How to replace a GSM/AT&T iPhone 4 speaker assembly and cellular antenna

How to replace a GSM/AT&T iPhone 4 speaker assembly and cellular antenna [Weekly mod]

Having speaker or cellular reception issues on your GSM/AT&T iPhone 4 and want to DIY repair it? iMore has you covered. We can guide you through the process and give you advice on where to get your parts and tools. Replacing the bottom speaker assembly or cellular antenna are both pretty straight forward repairs if you've got good instructions, the right tools, and quality parts.

Disclaimer: As with any repair, iMore nor PXLFIX can be held responsible for any damage you may do to your device. It’s also worth considering that opening up your device to perform any repair or modification can and will void your Apple warranty. If you don’t feel comfortable opening your device, don’t. Use extreme care and caution when performing a repair on any device.

What issues this repair will address

  • Cellular reception issues - if your iPhone 4 can't hold a cellular signal, won't connect to 3G, or constantly says "Searching.." - you may need to replace your antenna. First try replacing your SIM or speaking with your carrier.
  • Bottom speaker doesn't work when using speakerphone or playing music

What you need for a DIY speaker or cellular antenna repair

PXLFIX recommends using only quality and genuine parts from a reputable supplier like eTech Parts. They have quality parts, tools, and much more for all your repair needs.

Please note the speaker assembly is the same across all models of iPhone 4 and iPhone 4S but the antenna will be different.

  • GSM iPhone 4 (please note there ARE internal differences between the GSM and CDMA models)
  • New GSM iPhone 4 speaker assembly or cellular antenna (whichever part you are replacing) - iPhone 4 speaker assembly, GSM iPhone 4 cellular antenna
  • SIM removal tool (or a paper clip)
  • #00 Phillips screwdriver
  • Pry tool or spudger
  • Security screwdriver (only if your iPhone has 5-point security screws in the dock connector)

Power off your iPhone 4

Before performing any repair, always power off your device before removing any screws or parts.

Remove the back

  1. First remove the bottom 2 dock connector screws in your iPhone 4. Use either your #00 screwdriver or the five point depending on whether or not your iPhone 4 has security screws in the dock connector. Almost all newer devices will have security screws.
  2. To remove the back simply slide the back upwards and lift it off gently.
  3. Set the back and 2 dock connector screws aside.

Remove your SIM card

Use a SIM removal tool or a paperclip to remove your SIM card and tray. Set them aside.

Remove the battery

  1. To remove the battery you’ll need to remove the #00 screw holding the battery clip in place. Remove this screw located to the bottom left of the battery.
  2. The metal clip on the battery is what clips the battery to the logic board. You’ll need to pop this clip up with your plastic pry tool. Simply stick the end of your pry tool underneath the clip and gently pull upwards until it unfastens from the logic board.
  3. To remove the battery, I do not recommend using the plastic pull tab. There is quite a bit of adhesive underneath the battery and the tab will normally just rip off or you can bend the battery. Instead, run your pry tool along the right side of the battery and break the adhesive that way. Once the battery is free from the adhesive, you can pull the battery out of the phone. There are no other connectors holding it in.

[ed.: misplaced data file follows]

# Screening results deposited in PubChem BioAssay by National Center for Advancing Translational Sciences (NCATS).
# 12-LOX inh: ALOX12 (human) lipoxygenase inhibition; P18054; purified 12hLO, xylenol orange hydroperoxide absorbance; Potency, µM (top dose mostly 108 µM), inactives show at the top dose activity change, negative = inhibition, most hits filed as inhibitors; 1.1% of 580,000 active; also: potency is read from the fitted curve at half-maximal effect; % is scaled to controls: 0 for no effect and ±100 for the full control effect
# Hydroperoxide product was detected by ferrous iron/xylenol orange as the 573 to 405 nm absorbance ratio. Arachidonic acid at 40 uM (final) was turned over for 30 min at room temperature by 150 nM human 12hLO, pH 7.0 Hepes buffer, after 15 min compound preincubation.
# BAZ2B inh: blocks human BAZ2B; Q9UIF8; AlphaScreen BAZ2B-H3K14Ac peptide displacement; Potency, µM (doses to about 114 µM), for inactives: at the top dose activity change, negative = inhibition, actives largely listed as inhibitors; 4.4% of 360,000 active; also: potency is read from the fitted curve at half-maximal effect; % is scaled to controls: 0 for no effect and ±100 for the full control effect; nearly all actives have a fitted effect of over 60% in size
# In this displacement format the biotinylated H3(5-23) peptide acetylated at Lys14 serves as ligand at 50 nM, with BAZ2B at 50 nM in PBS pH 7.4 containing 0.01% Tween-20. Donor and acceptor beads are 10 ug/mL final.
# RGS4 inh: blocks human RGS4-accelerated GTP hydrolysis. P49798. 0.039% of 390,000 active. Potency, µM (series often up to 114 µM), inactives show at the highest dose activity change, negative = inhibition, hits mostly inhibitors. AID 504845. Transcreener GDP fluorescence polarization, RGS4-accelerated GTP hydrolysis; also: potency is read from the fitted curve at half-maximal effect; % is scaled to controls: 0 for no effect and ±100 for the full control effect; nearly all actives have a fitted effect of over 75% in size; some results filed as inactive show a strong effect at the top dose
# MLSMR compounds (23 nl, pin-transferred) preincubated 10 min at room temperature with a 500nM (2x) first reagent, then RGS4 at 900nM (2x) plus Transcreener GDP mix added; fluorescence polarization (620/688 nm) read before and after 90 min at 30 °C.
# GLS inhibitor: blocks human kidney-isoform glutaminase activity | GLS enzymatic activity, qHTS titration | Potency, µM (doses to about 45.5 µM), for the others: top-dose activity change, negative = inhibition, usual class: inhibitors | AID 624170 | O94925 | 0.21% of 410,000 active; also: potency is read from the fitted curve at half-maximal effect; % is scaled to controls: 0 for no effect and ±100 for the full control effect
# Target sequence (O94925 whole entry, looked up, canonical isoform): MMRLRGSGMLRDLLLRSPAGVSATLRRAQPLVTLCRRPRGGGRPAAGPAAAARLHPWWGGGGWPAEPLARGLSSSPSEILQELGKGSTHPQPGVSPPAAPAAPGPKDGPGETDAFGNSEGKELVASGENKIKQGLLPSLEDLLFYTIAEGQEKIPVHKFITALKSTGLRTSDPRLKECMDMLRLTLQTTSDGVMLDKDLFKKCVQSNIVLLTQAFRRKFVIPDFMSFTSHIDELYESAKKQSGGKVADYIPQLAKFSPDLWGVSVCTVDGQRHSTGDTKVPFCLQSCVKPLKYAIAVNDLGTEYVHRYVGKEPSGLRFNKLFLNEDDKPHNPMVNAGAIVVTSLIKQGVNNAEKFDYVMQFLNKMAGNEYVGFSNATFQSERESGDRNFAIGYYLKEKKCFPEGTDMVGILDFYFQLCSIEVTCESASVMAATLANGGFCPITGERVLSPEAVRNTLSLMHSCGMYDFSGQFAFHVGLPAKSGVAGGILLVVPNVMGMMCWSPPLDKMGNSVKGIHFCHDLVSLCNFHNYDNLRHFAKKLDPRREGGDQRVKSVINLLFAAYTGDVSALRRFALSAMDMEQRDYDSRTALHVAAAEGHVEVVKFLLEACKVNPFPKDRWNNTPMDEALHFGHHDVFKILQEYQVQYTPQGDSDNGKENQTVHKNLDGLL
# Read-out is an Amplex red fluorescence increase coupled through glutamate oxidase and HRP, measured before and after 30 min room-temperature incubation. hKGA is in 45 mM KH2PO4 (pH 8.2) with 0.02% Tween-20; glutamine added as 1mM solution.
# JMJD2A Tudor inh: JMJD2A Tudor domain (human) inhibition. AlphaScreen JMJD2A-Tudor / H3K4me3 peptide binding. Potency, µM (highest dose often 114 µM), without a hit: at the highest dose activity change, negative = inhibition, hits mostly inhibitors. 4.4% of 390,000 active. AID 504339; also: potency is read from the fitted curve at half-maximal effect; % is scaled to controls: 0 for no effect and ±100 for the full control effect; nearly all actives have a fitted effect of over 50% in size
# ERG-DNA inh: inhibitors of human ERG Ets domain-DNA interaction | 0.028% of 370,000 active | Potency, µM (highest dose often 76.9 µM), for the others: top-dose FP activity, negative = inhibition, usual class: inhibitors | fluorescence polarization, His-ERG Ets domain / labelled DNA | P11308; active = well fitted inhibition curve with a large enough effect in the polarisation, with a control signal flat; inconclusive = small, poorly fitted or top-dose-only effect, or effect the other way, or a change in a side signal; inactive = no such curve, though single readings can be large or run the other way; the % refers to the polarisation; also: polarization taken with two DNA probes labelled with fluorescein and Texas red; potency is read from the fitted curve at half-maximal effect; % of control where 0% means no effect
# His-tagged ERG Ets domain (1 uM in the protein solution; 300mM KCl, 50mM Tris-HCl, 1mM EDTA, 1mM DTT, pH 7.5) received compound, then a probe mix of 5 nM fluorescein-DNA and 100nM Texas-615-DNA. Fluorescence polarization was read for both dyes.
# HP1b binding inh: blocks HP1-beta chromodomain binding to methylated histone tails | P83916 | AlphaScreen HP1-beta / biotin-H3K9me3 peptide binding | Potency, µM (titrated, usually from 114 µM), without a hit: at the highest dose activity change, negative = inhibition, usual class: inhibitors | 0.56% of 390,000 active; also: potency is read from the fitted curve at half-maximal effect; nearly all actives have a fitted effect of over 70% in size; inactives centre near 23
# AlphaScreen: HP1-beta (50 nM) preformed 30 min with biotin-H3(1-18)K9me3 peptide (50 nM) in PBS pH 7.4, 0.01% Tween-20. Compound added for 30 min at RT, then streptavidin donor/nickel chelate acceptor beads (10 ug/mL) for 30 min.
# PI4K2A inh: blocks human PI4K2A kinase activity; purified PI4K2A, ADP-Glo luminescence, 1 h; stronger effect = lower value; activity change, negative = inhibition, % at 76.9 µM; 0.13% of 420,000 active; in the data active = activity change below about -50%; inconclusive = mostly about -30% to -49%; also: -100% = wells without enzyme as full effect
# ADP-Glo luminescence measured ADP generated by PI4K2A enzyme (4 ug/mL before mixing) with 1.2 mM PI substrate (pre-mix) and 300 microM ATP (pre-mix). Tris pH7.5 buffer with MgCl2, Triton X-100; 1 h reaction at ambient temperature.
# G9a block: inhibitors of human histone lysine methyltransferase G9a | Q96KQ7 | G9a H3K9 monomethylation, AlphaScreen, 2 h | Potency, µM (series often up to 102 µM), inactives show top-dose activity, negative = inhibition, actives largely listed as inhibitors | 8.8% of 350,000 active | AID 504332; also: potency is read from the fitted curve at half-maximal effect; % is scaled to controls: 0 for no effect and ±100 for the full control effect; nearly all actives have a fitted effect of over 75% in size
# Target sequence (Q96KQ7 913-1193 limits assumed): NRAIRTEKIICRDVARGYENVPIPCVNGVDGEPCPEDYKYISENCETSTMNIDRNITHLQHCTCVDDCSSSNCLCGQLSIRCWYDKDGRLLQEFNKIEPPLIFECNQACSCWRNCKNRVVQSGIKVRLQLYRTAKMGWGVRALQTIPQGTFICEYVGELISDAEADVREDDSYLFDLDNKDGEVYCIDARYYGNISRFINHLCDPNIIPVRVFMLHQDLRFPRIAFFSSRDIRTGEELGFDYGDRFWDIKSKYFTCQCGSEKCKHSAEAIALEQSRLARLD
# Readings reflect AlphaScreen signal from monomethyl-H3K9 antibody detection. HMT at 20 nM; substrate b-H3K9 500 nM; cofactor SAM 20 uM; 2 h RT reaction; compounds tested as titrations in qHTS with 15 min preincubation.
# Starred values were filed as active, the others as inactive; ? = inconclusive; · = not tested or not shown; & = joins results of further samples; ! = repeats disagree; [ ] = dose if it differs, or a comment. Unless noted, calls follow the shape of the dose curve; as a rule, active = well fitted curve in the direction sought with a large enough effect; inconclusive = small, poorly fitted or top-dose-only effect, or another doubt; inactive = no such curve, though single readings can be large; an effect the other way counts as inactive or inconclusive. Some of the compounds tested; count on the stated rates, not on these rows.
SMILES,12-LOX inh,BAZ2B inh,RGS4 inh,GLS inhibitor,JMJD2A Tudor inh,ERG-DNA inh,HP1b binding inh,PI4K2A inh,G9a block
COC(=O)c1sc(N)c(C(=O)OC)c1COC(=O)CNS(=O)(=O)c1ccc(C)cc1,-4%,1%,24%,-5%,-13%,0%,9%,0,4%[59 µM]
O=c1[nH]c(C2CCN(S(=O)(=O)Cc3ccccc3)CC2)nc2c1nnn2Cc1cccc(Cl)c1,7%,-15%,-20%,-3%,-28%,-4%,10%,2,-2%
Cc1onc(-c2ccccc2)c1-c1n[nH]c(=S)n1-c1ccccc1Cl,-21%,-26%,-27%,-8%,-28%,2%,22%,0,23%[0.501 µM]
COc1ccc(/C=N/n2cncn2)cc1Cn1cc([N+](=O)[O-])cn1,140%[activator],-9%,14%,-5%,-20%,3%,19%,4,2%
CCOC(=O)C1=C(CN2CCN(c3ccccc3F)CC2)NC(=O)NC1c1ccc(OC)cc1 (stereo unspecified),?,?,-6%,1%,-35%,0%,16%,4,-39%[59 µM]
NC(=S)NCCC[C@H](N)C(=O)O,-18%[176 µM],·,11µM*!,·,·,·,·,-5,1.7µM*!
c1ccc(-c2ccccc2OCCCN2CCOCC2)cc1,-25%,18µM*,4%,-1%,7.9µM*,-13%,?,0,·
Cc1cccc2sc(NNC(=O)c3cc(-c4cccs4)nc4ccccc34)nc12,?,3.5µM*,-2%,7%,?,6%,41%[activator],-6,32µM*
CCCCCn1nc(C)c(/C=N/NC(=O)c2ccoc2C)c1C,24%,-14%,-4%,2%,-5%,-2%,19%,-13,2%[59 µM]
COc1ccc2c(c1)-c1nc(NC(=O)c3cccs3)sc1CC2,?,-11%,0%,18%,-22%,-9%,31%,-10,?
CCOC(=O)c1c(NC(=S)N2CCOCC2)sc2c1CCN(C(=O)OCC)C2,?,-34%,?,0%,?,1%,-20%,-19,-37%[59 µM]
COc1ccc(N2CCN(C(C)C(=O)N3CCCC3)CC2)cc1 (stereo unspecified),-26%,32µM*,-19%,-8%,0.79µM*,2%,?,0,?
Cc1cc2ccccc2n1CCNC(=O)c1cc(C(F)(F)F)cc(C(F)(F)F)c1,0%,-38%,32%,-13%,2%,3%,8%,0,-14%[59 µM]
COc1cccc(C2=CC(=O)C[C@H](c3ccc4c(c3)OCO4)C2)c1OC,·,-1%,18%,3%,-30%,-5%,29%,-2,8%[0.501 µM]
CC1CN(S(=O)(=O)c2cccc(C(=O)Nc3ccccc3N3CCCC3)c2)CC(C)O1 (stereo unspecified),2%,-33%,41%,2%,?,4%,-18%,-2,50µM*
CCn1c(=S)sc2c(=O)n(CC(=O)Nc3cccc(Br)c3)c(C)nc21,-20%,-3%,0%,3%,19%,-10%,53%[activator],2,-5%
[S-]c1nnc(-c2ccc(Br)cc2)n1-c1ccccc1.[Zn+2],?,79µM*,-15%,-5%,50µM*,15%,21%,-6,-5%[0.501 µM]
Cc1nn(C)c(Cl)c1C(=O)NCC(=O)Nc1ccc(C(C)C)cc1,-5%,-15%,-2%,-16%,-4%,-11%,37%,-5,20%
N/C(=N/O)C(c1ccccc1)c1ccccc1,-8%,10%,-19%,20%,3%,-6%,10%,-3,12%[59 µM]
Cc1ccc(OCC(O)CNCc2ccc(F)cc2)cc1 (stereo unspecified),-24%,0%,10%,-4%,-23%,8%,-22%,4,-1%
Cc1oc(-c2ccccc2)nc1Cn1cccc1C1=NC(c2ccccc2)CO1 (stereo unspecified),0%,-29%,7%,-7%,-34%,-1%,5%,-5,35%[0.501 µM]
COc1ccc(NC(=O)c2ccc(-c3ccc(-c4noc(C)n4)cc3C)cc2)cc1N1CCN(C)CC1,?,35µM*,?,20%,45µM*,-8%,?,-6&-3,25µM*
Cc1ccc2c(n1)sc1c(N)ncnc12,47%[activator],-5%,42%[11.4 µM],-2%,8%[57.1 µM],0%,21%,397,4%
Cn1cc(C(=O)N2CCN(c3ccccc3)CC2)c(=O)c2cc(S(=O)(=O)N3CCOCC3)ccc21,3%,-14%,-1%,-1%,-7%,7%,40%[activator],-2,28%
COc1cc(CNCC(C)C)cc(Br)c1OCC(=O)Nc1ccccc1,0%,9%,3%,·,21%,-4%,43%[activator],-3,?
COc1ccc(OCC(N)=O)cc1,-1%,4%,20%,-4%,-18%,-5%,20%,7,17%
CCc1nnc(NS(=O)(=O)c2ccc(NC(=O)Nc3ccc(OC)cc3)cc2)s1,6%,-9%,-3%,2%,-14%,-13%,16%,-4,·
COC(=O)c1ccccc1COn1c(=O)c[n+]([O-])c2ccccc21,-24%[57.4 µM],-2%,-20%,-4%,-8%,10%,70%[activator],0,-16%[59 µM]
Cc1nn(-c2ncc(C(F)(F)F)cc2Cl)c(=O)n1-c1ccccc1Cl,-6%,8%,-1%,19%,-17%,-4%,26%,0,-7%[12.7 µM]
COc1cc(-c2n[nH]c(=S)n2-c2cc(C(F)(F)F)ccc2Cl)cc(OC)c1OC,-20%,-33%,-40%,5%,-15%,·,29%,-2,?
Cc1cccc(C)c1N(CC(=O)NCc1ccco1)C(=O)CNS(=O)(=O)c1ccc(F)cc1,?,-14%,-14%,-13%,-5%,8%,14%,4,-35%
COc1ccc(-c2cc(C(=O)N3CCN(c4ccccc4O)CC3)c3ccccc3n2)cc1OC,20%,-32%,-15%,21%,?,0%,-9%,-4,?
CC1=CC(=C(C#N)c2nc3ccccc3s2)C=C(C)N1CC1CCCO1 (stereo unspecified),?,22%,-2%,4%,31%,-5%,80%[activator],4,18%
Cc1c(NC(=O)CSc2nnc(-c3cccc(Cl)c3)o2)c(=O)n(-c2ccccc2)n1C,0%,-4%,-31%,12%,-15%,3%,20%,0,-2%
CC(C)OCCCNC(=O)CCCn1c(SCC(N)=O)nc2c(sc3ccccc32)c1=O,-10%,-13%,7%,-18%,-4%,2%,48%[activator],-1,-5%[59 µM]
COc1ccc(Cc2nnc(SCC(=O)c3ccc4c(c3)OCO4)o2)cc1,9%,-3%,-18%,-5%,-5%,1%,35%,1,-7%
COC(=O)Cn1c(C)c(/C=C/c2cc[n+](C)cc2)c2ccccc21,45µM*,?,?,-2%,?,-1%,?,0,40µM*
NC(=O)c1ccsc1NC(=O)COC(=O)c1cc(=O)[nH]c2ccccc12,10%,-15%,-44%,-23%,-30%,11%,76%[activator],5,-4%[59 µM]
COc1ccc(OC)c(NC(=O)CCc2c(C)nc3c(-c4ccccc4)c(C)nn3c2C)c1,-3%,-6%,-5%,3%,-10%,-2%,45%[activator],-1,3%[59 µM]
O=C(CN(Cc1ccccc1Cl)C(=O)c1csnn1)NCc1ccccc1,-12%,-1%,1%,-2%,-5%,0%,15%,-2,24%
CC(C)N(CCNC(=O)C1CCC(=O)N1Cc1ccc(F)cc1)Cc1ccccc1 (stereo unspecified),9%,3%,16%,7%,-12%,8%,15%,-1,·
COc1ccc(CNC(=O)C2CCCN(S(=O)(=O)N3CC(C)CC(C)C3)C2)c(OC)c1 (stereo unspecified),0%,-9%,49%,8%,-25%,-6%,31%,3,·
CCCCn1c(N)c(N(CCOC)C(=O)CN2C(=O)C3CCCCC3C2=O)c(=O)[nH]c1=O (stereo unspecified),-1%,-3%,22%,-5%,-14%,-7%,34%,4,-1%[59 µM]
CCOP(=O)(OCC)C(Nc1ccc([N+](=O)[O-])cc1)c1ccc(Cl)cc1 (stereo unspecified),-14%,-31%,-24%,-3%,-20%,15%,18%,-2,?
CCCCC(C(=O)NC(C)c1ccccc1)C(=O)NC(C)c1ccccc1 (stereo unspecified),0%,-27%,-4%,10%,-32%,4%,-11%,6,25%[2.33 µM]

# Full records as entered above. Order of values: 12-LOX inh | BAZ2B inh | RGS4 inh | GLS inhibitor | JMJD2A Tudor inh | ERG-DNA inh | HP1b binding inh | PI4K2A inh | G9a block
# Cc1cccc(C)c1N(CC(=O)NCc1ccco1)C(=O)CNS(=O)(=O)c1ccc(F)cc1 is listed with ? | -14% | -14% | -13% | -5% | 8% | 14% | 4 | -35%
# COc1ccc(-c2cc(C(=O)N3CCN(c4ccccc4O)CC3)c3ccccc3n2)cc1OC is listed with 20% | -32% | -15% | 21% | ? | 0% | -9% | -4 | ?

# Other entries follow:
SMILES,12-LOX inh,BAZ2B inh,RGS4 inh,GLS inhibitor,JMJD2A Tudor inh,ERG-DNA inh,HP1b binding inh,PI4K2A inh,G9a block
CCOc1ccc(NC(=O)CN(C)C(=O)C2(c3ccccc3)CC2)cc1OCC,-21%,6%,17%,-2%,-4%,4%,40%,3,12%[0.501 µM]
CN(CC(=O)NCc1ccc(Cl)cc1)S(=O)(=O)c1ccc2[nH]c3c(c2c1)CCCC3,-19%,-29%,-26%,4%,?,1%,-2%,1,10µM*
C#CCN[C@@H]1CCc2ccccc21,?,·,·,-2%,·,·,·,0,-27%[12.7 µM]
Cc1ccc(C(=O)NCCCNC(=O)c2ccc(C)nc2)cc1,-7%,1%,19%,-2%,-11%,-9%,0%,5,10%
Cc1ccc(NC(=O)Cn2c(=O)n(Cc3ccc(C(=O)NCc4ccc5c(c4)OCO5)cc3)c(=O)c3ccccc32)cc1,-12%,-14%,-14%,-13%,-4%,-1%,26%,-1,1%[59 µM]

4. You will notice a tiny grounding clip sitting underneath where you unscrewed the battery. Set this aside for replacement during reassembly. This is a grounding clip for your antenna. Make sure you put it back in place before reconnecting your battery.

Remove the dock connector shield and disconnect the cable

  1. There is a shield held on with two screws covering the dock connector cable. Remove the two screws holding it in place and set the shield and screws aside, remembering where they came from.
  2. Next, use your pry tool to pry up the actual dock connector cable. Be careful as there is adhesive holding the cable in place as well. Peel back the adhesive gently to free the cable.

Remove the top logic board shield

  1. There are 5 screws holding the logic board shield in place. Remove the 5 screws holding it in place. Just be sure to remember which holes they came out of as the screws are different sizes. I always keep them in order of how they came out.
  2. Next you'll need to remove the shield. There is a tiny clip built into the shield holding it in place. (Refer to the photo above.) Pop it up with your pry tool and you should be able to slide the shield up fairly easily. Just take care not to bend it or break off a clip.

Disconnect the 6 cables from the top of the logic board

  1. There is only one connector holding the camera to the logic board. Remove this cable in the picture above using your pry tool. Gently lift upwards and it will pop right off.
  2. Next gently lift the camera out of the device. You'll notice there is a tiny tab that is seated underneath the LCD and digitizer cables to the right.
  3. Next pop up the LCD and digitizer cables to the right of where the camera cable was connected. You pop them up in the same direction.
  4. The 3 cables further to the right will need to be disconnected as well. They pop up in the opposite direction.

Remove the logic board